‘I got this guy making a film that’s going to expose me for what I really am,’ Australian artist Anthony Lister said, in a 2016 interview. ‘He’s the guy that made that documentary, All This Mayhem.’Anthony Lister, quoted in Kimberley Reynolds, ‘Creativity Without Boundaries, the Anthony Lister Interview’, Volcom official website, 17 October 2016, <https://www.volcom.com/truetothis/the-anthony-lister-interview/>, accessed 5 February 2018.
And so it has come to pass. Australian documentarian Eddie Martin, the ‘guy’ in question, follows up 2014’s All This Mayhem – the wild tale of the Pappas brothers, Greek-Australian kids from rough-as-guts western Melbourne who, in the 1990s, became skate-boarding superstars – with a film of similar narrative and twin spirit. Have You Seen the Listers? (2017) is another chronicle of a local street-culture superstar whose colourful life finds wild international success, a playful sense of recklessness, copious amounts of drugs, trouble with the law and, finally, a sense of redemption achieved through the process of making the documentary itself.
Martin’s first ever film, Jisoe (2005), hung out with local graffiti artist Justin Hughes, and Lister’s 2009 exhibition No Win Sitch – staged in the infamous Sydney red-light district of Kings Cross, in a disused strip clubSee ‘No Win Sitch’, Anthony Lister official website, <https://anthonylister.com/web/portfolio-items/no-win-sitch/>, accessed 5 February 2018. – took its title from a line in Jisoe. Dov Kornits, ‘Have You Seen the Best Film at MIFF?’, FilmInk, 19 August 2017, <https://filmink.com.au/seen-best-film-miff/>, accessed 5 February 2018. Lister himself doesn’t come from a background of graffing (‘Because he isn’t really a graffiti artist he tends to get a lot of hate from that scene,’ Martin says, ‘but since he isn’t a fine artist he also gets a lot of hate from that scene’Eddie Martin, quoted in Kornits, ibid. ), the filmmaker approaching him as a figure more like ‘Keith Haring or [Jean-Michel] Basquiat’Kornits, ibid. who straddles the worlds of street culture and art-world largesse, lowbrow and highbrow. ‘I’m drawn to protagonists that are on the fringe of the mainstream,’ Martin says, in his director’s statement. ‘Larrikins that dare to challenge the system and inspire. Australian artist Anthony Lister falls squarely in that category.’Eddie Martin, ‘Directors Statement’, in Carver Films, Have You Seen the Listers? press kit, 2017, p. 6.
Whereas most films on famous artists are simple hagiographies – many mounted after the fact, often post-mortem, when the auction values of their artworks put their greatness beyond any narrative doubt – Have You Seen the Listers? is as much critique as tribute: a complex portrait of a conflicted central figure. Viewers may love to hate, or hate to love, the subject; by the end, though, they’ll understand, and empathise with, him. Lister’s half-joking comment about the documentary suggests an exposé. But, really, the resulting flick is closer to a tell-all: its narration cut together from interview confessionals, so much of its footage shot not by Martin (nor by cinematographer Simon J Walsh or cameraperson John Green), but by Lister himself. It’s a documentary of the digital age: there’s no need for celebrity talking heads when the subject has spent decades obsessively chronicling, and capturing, intimate moments in his life. There’s highs and lows (be they chemical or no); shows and no-shows; fatherhood and fuck-ups; and, always, art-making, in studios and on streets, the obsession of his videoing in sync with the monomania of his forever-painting ‘practice’.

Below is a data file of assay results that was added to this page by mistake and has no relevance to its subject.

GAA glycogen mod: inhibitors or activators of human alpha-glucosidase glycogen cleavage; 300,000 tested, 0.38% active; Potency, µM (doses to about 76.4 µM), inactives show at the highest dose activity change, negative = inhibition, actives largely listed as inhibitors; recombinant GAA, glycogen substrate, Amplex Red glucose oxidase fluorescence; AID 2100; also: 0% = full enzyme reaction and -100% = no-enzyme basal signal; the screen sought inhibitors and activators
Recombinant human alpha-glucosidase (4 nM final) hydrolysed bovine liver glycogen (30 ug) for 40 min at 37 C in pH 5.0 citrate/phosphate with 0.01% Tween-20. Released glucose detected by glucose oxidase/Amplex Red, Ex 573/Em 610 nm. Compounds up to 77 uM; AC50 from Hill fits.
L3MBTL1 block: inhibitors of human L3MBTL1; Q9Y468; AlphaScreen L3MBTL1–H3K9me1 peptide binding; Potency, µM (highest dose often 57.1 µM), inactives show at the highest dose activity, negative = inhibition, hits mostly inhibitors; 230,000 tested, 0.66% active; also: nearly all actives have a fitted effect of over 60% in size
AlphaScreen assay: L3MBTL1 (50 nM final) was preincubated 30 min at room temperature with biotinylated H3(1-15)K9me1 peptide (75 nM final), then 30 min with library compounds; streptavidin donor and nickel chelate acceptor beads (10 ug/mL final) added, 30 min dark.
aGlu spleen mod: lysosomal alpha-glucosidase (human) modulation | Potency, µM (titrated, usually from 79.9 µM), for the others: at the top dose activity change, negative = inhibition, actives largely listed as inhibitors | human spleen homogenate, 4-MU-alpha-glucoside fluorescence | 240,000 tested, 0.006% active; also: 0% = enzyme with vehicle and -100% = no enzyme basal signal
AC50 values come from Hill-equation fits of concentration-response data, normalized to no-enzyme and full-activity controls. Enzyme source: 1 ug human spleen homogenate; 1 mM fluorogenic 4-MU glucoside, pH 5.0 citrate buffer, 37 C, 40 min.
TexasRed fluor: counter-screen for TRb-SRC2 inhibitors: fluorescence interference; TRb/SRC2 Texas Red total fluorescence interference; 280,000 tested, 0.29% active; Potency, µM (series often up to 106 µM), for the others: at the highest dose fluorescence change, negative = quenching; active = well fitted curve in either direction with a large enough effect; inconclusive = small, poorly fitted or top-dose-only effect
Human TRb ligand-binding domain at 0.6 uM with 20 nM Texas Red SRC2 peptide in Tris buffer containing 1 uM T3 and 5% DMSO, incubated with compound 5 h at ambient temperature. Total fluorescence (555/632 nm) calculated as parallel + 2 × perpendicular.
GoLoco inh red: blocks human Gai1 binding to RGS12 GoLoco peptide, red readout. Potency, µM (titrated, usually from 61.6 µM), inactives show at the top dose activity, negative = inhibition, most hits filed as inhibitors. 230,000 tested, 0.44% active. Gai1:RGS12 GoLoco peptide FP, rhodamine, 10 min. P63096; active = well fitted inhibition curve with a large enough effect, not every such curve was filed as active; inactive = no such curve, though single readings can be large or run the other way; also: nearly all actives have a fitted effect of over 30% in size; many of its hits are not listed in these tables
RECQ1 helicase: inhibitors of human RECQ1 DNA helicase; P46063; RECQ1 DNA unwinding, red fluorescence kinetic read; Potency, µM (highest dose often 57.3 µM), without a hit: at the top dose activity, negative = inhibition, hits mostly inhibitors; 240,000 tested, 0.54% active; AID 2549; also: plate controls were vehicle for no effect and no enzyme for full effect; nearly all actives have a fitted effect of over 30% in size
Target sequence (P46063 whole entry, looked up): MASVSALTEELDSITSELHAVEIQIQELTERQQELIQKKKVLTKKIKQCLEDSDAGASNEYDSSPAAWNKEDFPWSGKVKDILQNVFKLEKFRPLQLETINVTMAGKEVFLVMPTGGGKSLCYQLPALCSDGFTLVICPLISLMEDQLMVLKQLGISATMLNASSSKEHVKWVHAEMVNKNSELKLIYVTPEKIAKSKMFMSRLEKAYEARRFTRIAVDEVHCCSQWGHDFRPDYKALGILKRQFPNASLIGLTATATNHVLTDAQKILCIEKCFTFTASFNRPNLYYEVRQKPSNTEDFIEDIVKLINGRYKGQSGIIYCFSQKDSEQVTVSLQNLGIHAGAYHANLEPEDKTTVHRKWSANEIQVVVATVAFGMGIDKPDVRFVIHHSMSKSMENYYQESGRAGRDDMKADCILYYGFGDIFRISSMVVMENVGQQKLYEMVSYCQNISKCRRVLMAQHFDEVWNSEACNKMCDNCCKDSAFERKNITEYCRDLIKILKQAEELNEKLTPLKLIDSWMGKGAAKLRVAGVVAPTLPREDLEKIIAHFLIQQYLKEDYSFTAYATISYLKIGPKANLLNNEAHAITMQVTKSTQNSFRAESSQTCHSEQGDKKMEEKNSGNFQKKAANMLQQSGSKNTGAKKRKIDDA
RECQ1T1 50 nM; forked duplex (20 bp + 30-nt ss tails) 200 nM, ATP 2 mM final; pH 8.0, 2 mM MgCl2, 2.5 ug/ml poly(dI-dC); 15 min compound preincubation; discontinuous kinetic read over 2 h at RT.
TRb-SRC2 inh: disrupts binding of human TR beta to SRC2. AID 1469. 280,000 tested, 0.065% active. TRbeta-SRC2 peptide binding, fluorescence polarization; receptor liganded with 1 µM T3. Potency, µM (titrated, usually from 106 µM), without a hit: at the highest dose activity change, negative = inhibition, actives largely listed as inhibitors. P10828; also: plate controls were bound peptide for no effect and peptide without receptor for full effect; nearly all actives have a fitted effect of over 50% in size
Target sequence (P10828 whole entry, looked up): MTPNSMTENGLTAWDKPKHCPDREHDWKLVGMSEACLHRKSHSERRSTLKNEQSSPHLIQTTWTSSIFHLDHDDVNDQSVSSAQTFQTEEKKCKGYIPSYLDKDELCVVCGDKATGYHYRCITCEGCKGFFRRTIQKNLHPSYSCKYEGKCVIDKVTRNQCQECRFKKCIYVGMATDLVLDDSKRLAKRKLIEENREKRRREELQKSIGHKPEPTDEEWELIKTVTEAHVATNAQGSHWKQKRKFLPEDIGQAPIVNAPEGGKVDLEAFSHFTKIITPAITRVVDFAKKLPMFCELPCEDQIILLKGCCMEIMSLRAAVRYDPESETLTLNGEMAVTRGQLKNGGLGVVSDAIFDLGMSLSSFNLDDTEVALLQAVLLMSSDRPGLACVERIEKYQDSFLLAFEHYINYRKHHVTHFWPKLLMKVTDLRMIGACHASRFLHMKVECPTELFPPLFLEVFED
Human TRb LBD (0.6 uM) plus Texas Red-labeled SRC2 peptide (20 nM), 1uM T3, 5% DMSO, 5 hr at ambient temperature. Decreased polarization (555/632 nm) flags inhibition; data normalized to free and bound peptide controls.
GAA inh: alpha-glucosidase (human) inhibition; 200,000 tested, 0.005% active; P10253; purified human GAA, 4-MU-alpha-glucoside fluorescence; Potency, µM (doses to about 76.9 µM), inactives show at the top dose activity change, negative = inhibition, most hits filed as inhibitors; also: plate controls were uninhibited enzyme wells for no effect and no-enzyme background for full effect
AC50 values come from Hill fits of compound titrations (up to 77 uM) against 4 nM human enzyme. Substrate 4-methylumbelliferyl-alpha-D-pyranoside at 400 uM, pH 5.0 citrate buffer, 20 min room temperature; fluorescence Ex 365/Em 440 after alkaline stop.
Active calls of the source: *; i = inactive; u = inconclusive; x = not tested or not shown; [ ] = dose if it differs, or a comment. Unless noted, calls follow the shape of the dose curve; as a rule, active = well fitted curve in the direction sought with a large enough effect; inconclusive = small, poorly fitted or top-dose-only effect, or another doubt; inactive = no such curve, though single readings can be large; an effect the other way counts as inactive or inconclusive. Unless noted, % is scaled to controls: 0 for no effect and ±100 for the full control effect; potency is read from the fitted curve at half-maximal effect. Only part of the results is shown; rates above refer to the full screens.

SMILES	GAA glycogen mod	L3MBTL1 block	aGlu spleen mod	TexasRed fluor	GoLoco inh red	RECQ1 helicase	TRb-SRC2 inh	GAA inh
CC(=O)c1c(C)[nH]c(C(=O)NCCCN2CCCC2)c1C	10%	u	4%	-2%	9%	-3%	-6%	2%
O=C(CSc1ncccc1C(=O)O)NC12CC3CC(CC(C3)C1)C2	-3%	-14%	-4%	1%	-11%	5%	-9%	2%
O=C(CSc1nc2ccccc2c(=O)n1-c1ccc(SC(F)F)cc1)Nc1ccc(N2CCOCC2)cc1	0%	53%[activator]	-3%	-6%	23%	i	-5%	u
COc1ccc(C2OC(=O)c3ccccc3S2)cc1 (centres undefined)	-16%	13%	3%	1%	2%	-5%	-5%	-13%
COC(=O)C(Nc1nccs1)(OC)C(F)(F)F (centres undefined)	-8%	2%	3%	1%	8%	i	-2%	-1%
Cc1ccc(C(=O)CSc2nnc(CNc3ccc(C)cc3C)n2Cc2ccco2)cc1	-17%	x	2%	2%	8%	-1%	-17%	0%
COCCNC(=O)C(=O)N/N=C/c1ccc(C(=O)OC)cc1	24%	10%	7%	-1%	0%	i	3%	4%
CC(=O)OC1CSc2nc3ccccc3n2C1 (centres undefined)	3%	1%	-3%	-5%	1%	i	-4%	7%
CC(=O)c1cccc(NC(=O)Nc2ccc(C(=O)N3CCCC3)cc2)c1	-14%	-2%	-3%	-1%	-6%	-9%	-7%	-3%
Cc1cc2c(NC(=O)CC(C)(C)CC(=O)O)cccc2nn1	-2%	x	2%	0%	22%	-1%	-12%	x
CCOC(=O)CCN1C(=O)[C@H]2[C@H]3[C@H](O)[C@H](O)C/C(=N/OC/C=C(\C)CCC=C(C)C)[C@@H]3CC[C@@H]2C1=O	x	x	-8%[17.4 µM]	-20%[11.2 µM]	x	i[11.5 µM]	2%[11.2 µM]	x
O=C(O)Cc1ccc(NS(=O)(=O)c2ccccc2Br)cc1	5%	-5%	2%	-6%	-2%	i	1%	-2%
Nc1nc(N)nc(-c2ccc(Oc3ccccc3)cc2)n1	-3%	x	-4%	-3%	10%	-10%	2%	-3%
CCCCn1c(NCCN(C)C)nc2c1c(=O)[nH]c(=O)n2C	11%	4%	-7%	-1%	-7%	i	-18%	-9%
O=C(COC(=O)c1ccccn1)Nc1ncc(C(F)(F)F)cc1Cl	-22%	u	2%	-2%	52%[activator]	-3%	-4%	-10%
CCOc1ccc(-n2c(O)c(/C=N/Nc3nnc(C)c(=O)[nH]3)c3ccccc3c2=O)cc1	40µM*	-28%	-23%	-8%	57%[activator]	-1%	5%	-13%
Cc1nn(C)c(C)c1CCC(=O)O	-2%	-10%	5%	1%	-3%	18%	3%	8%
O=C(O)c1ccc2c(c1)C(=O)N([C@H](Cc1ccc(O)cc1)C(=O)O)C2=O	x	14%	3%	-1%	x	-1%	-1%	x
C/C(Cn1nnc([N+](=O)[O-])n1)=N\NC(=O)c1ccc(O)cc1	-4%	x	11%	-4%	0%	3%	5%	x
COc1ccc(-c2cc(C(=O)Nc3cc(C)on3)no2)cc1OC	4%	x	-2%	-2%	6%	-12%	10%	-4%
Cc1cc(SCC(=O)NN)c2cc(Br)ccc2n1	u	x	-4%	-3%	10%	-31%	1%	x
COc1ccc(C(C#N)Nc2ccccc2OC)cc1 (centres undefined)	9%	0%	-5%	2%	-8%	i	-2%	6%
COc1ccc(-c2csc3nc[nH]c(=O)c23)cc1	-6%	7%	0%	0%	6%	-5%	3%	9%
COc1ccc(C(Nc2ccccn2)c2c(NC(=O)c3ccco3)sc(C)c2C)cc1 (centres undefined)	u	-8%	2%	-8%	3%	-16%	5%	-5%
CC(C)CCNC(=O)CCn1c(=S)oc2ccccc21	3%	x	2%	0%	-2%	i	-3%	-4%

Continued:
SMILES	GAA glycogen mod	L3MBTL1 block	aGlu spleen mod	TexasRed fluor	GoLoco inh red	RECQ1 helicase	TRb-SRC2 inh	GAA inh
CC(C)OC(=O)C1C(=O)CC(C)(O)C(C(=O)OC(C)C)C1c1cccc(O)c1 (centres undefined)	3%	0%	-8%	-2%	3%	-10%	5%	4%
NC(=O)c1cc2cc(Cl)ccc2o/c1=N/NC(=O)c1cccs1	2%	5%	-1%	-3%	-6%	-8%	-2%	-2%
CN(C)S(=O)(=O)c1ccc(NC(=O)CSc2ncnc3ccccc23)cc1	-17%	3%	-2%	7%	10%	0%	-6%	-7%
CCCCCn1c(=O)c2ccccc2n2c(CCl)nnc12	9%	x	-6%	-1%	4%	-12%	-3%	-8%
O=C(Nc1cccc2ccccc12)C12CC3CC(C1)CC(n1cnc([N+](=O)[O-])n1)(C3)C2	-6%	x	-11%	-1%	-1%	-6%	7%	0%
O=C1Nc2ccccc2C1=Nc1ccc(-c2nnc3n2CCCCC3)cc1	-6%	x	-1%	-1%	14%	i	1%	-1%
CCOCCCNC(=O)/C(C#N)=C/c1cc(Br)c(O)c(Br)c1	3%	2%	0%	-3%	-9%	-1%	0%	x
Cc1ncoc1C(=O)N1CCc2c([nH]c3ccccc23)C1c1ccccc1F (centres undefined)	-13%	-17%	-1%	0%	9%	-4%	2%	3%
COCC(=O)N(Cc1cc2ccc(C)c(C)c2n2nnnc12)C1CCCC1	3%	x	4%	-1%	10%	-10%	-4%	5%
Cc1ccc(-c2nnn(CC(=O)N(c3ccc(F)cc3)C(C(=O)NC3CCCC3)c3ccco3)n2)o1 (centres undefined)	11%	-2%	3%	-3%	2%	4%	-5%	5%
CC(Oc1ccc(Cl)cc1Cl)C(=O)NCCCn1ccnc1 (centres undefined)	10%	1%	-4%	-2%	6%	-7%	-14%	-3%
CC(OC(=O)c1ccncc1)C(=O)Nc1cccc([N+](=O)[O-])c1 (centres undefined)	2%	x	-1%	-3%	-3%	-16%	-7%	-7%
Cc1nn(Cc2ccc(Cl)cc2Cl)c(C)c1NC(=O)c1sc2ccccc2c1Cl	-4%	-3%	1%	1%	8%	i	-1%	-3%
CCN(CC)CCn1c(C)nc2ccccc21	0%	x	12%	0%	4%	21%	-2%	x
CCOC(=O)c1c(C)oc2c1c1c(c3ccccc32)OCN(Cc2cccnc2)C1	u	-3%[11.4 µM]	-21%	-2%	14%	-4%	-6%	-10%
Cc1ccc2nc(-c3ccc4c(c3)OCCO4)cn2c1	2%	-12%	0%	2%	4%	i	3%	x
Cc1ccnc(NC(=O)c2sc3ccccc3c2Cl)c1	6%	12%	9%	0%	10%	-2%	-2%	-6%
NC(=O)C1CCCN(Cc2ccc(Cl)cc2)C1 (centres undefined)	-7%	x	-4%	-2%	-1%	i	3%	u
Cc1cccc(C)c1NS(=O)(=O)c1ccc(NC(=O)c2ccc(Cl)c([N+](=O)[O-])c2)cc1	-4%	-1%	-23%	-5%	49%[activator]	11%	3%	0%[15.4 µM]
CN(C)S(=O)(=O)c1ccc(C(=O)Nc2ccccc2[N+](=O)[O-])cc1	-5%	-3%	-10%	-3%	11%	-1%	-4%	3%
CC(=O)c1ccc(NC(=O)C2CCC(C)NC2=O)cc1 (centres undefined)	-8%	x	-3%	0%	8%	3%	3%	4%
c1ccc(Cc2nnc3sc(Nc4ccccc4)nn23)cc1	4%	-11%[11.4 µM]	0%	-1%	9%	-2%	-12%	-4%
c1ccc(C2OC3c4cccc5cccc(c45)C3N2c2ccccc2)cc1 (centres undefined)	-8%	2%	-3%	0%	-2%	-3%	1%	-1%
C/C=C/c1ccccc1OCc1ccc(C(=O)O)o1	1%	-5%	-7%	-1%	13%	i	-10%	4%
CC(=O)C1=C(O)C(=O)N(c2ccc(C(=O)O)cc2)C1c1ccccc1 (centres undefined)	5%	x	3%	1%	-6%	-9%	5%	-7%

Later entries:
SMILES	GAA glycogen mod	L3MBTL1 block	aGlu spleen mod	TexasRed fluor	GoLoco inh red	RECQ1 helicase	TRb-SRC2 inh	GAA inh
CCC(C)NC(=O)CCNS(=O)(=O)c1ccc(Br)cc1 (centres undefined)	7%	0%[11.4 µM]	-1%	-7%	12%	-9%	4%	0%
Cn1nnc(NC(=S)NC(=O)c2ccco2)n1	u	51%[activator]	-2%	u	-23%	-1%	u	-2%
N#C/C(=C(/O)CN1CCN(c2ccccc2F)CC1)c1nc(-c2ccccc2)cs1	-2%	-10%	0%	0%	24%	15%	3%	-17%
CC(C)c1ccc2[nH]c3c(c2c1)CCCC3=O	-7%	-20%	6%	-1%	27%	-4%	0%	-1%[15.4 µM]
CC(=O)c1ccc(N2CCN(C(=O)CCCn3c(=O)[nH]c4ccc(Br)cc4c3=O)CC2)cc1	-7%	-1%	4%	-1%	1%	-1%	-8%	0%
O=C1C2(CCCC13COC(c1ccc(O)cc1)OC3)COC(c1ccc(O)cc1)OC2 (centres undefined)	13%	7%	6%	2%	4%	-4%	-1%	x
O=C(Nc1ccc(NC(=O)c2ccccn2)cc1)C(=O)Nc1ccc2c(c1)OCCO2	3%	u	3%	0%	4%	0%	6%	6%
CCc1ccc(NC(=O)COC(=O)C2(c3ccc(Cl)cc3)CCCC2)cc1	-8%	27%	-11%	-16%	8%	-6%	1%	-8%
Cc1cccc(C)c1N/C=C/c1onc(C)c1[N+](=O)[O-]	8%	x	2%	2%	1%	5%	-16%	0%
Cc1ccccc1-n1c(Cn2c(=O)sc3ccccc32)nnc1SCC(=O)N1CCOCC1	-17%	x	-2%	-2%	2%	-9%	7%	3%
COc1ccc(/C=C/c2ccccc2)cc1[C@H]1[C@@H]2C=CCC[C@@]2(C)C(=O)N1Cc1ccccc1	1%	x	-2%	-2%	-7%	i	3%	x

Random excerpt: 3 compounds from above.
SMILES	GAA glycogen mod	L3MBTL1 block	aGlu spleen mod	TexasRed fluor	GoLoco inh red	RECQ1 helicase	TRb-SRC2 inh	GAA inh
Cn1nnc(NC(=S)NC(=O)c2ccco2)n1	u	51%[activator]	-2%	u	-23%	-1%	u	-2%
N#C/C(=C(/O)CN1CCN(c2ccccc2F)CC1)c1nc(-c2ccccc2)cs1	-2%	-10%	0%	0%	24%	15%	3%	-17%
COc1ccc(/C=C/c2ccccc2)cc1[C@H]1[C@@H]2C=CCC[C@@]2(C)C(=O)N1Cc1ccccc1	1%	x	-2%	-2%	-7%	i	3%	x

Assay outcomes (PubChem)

After feeling out the filmmaker during the early making of the documentary, Lister, once trust was established, turned over his personal home-movie reserves: 750,000 video files, 12 terabytes worth.ibid. Martin stitches together these unvarnished glimpses of Lister’s private life with newly shot footage of the artist at work – and working to get his life back together – on top of featuring a single talking head: the artist’s former partner, Anika. Her oft-critical presence, throughout, contributes greatly to the film’s conflicting portrayal of its subject, and to its qualities as a work beyond simple art worship. Anika – the mother of Lister’s three children, for whom the term ‘long-suffering’ surely applies – agreed to participate ‘because she wanted to give two sides to the story and to cut through the way Anthony is represented as this kind of mythical artist,’ Martin says.Eddie Martin, quoted in Don Groves, ‘Artist Anthony Lister Bares His Soul in Eddie Martin’s Feature Documentary’, IF.com.au, 10 July 2017, <https://www.if.com.au/artist-anthony-lister-bares-his-soul-in-eddie-martins-feature-documentary/>, accessed 5 February 2018.